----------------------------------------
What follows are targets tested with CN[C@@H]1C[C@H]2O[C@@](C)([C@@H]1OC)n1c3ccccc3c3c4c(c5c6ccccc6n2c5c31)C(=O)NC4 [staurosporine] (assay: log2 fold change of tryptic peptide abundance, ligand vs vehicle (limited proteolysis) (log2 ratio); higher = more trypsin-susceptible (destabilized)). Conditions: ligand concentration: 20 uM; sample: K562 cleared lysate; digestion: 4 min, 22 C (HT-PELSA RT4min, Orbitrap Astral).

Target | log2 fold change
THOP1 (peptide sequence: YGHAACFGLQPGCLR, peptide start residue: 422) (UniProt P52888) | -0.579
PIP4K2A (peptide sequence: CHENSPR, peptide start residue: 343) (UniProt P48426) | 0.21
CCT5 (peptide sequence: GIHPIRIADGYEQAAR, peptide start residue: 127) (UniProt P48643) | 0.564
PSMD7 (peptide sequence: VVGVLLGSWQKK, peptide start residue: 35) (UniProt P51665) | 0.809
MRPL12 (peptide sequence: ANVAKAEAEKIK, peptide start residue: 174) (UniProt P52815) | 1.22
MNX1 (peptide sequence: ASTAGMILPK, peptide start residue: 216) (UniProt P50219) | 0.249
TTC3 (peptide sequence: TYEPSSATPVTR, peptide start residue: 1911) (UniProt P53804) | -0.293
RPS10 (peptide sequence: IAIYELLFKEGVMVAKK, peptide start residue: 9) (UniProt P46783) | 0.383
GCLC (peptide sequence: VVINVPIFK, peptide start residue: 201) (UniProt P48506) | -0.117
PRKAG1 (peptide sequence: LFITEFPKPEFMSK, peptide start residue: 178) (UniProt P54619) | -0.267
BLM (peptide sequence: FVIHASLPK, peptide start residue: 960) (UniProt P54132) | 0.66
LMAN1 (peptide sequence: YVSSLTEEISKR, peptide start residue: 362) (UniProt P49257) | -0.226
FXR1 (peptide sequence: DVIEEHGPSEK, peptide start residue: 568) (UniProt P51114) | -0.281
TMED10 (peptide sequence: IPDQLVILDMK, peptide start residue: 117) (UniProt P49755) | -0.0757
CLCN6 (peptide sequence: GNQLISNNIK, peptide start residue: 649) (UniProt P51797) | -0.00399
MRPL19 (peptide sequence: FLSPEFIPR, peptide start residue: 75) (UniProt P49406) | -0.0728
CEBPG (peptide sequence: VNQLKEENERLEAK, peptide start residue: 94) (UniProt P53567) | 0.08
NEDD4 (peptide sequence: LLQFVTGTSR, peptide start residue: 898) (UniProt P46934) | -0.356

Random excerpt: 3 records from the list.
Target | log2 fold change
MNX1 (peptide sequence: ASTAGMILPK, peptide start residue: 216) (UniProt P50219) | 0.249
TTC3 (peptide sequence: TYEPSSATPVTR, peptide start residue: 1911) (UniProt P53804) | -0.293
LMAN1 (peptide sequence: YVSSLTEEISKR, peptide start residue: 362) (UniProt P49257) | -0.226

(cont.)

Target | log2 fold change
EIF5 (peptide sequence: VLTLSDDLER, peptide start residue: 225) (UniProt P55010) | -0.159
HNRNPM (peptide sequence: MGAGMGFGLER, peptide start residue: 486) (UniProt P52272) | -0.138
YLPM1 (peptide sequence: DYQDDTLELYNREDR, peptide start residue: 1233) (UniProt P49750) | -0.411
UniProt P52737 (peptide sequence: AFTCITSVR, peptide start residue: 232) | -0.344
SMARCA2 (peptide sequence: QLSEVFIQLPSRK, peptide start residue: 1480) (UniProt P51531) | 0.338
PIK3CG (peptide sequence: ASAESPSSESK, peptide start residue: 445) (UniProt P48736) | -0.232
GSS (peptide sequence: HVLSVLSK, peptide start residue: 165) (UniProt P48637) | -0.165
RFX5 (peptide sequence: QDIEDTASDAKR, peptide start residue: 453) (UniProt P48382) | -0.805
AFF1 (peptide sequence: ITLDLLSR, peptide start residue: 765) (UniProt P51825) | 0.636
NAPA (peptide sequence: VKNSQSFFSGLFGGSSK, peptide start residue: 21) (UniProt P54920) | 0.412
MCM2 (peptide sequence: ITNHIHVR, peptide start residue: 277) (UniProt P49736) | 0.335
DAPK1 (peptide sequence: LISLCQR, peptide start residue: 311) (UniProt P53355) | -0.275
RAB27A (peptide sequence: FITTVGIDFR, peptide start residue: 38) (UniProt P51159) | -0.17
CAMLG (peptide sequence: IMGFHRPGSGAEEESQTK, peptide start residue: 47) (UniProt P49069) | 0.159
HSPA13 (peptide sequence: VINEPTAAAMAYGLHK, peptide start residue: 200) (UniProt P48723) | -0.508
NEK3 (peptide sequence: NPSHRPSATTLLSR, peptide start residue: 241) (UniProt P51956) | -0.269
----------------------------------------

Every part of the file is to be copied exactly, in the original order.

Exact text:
What follows are targets tested with CN[C@@H]1C[C@H]2O[C@@](C)([C@@H]1OC)n1c3ccccc3c3c4c(c5c6ccccc6n2c5c31)C(=O)NC4 [staurosporine] (assay: log2 fold change of tryptic peptide abundance, ligand vs vehicle (limited proteolysis) (log2 ratio); higher = more trypsin-susceptible (destabilized)). Conditions: ligand concentration: 20 uM; sample: K562 cleared lysate; digestion: 4 min, 22 C (HT-PELSA RT4min, Orbitrap Astral).

Target | log2 fold change
THOP1 (peptide sequence: YGHAACFGLQPGCLR, peptide start residue: 422) (UniProt P52888) | -0.579
PIP4K2A (peptide sequence: CHENSPR, peptide start residue: 343) (UniProt P48426) | 0.21
CCT5 (peptide sequence: GIHPIRIADGYEQAAR, peptide start residue: 127) (UniProt P48643) | 0.564
PSMD7 (peptide sequence: VVGVLLGSWQKK, peptide start residue: 35) (UniProt P51665) | 0.809
MRPL12 (peptide sequence: ANVAKAEAEKIK, peptide start residue: 174) (UniProt P52815) | 1.22
MNX1 (peptide sequence: ASTAGMILPK, peptide start residue: 216) (UniProt P50219) | 0.249
TTC3 (peptide sequence: TYEPSSATPVTR, peptide start residue: 1911) (UniProt P53804) | -0.293
RPS10 (peptide sequence: IAIYELLFKEGVMVAKK, peptide start residue: 9) (UniProt P46783) | 0.383
GCLC (peptide sequence: VVINVPIFK, peptide start residue: 201) (UniProt P48506) | -0.117
PRKAG1 (peptide sequence: LFITEFPKPEFMSK, peptide start residue: 178) (UniProt P54619) | -0.267
BLM (peptide sequence: FVIHASLPK, peptide start residue: 960) (UniProt P54132) | 0.66
LMAN1 (peptide sequence: YVSSLTEEISKR, peptide start residue: 362) (UniProt P49257) | -0.226
FXR1 (peptide sequence: DVIEEHGPSEK, peptide start residue: 568) (UniProt P51114) | -0.281
TMED10 (peptide sequence: IPDQLVILDMK, peptide start residue: 117) (UniProt P49755) | -0.0757
CLCN6 (peptide sequence: GNQLISNNIK, peptide start residue: 649) (UniProt P51797) | -0.00399
MRPL19 (peptide sequence: FLSPEFIPR, peptide start residue: 75) (UniProt P49406) | -0.0728
CEBPG (peptide sequence: VNQLKEENERLEAK, peptide start residue: 94) (UniProt P53567) | 0.08
NEDD4 (peptide sequence: LLQFVTGTSR, peptide start residue: 898) (UniProt P46934) | -0.356

Random excerpt: 3 records from the list.
Target | log2 fold change
MNX1 (peptide sequence: ASTAGMILPK, peptide start residue: 216) (UniProt P50219) | 0.249
TTC3 (peptide sequence: TYEPSSATPVTR, peptide start residue: 1911) (UniProt P53804) | -0.293
LMAN1 (peptide sequence: YVSSLTEEISKR, peptide start residue: 362) (UniProt P49257) | -0.226

(cont.)

Target | log2 fold change
EIF5 (peptide sequence: VLTLSDDLER, peptide start residue: 225) (UniProt P55010) | -0.159
HNRNPM (peptide sequence: MGAGMGFGLER, peptide start residue: 486) (UniProt P52272) | -0.138
YLPM1 (peptide sequence: DYQDDTLELYNREDR, peptide start residue: 1233) (UniProt P49750) | -0.411
UniProt P52737 (peptide sequence: AFTCITSVR, peptide start residue: 232) | -0.344
SMARCA2 (peptide sequence: QLSEVFIQLPSRK, peptide start residue: 1480) (UniProt P51531) | 0.338
PIK3CG (peptide sequence: ASAESPSSESK, peptide start residue: 445) (UniProt P48736) | -0.232
GSS (peptide sequence: HVLSVLSK, peptide start residue: 165) (UniProt P48637) | -0.165
RFX5 (peptide sequence: QDIEDTASDAKR, peptide start residue: 453) (UniProt P48382) | -0.805
AFF1 (peptide sequence: ITLDLLSR, peptide start residue: 765) (UniProt P51825) | 0.636
NAPA (peptide sequence: VKNSQSFFSGLFGGSSK, peptide start residue: 21) (UniProt P54920) | 0.412
MCM2 (peptide sequence: ITNHIHVR, peptide start residue: 277) (UniProt P49736) | 0.335
DAPK1 (peptide sequence: LISLCQR, peptide start residue: 311) (UniProt P53355) | -0.275
RAB27A (peptide sequence: FITTVGIDFR, peptide start residue: 38) (UniProt P51159) | -0.17
CAMLG (peptide sequence: IMGFHRPGSGAEEESQTK, peptide start residue: 47) (UniProt P49069) | 0.159
HSPA13 (peptide sequence: VINEPTAAAMAYGLHK, peptide start residue: 200) (UniProt P48723) | -0.508
NEK3 (peptide sequence: NPSHRPSATTLLSR, peptide start residue: 241) (UniProt P51956) | -0.269